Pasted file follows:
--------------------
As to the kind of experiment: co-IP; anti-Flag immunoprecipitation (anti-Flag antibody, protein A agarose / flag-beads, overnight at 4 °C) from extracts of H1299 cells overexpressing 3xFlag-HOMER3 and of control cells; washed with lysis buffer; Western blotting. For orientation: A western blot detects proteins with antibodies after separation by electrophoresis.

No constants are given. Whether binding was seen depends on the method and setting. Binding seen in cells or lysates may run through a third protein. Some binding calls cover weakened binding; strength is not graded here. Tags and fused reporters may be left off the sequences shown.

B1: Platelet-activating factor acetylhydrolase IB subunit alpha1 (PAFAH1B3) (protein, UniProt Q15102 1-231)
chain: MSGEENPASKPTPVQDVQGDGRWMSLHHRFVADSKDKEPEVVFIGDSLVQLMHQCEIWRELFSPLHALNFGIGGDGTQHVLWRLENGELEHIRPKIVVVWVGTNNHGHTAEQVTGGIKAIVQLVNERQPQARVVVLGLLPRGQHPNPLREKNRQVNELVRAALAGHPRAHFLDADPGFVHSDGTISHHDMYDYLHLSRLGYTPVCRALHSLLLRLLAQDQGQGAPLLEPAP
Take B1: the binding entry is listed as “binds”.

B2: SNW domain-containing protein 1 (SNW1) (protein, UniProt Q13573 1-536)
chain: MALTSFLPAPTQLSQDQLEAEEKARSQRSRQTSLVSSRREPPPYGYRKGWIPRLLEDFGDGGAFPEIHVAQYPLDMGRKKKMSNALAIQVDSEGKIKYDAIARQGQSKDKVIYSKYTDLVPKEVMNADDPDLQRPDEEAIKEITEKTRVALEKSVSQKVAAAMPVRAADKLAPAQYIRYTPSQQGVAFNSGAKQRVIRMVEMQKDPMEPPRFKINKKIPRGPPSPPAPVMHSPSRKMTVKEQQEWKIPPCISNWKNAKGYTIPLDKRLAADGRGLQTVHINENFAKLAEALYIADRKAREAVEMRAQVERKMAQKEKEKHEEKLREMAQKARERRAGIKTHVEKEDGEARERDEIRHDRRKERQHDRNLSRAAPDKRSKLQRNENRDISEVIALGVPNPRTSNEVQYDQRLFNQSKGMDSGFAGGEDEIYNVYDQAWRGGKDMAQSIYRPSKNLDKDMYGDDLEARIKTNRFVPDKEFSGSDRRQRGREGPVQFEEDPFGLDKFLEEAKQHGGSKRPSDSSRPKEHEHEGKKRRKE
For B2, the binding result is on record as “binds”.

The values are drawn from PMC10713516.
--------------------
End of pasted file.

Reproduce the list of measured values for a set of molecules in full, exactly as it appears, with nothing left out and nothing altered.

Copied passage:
As to the kind of experiment: co-IP; anti-Flag immunoprecipitation (anti-Flag antibody, protein A agarose / flag-beads, overnight at 4 °C) from extracts of H1299 cells overexpressing 3xFlag-HOMER3 and of control cells; washed with lysis buffer; Western blotting. For orientation: A western blot detects proteins with antibodies after separation by electrophoresis.

No constants are given. Whether binding was seen depends on the method and setting. Binding seen in cells or lysates may run through a third protein. Some binding calls cover weakened binding; strength is not graded here. Tags and fused reporters may be left off the sequences shown.

B1: Platelet-activating factor acetylhydrolase IB subunit alpha1 (PAFAH1B3) (protein, UniProt Q15102 1-231)
chain: MSGEENPASKPTPVQDVQGDGRWMSLHHRFVADSKDKEPEVVFIGDSLVQLMHQCEIWRELFSPLHALNFGIGGDGTQHVLWRLENGELEHIRPKIVVVWVGTNNHGHTAEQVTGGIKAIVQLVNERQPQARVVVLGLLPRGQHPNPLREKNRQVNELVRAALAGHPRAHFLDADPGFVHSDGTISHHDMYDYLHLSRLGYTPVCRALHSLLLRLLAQDQGQGAPLLEPAP
Take B1: the binding entry is listed as “binds”.

B2: SNW domain-containing protein 1 (SNW1) (protein, UniProt Q13573 1-536)
chain: MALTSFLPAPTQLSQDQLEAEEKARSQRSRQTSLVSSRREPPPYGYRKGWIPRLLEDFGDGGAFPEIHVAQYPLDMGRKKKMSNALAIQVDSEGKIKYDAIARQGQSKDKVIYSKYTDLVPKEVMNADDPDLQRPDEEAIKEITEKTRVALEKSVSQKVAAAMPVRAADKLAPAQYIRYTPSQQGVAFNSGAKQRVIRMVEMQKDPMEPPRFKINKKIPRGPPSPPAPVMHSPSRKMTVKEQQEWKIPPCISNWKNAKGYTIPLDKRLAADGRGLQTVHINENFAKLAEALYIADRKAREAVEMRAQVERKMAQKEKEKHEEKLREMAQKARERRAGIKTHVEKEDGEARERDEIRHDRRKERQHDRNLSRAAPDKRSKLQRNENRDISEVIALGVPNPRTSNEVQYDQRLFNQSKGMDSGFAGGEDEIYNVYDQAWRGGKDMAQSIYRPSKNLDKDMYGDDLEARIKTNRFVPDKEFSGSDRRQRGREGPVQFEEDPFGLDKFLEEAKQHGGSKRPSDSSRPKEHEHEGKKRRKE
For B2, the binding result is on record as “binds”.

The values are drawn from PMC10713516.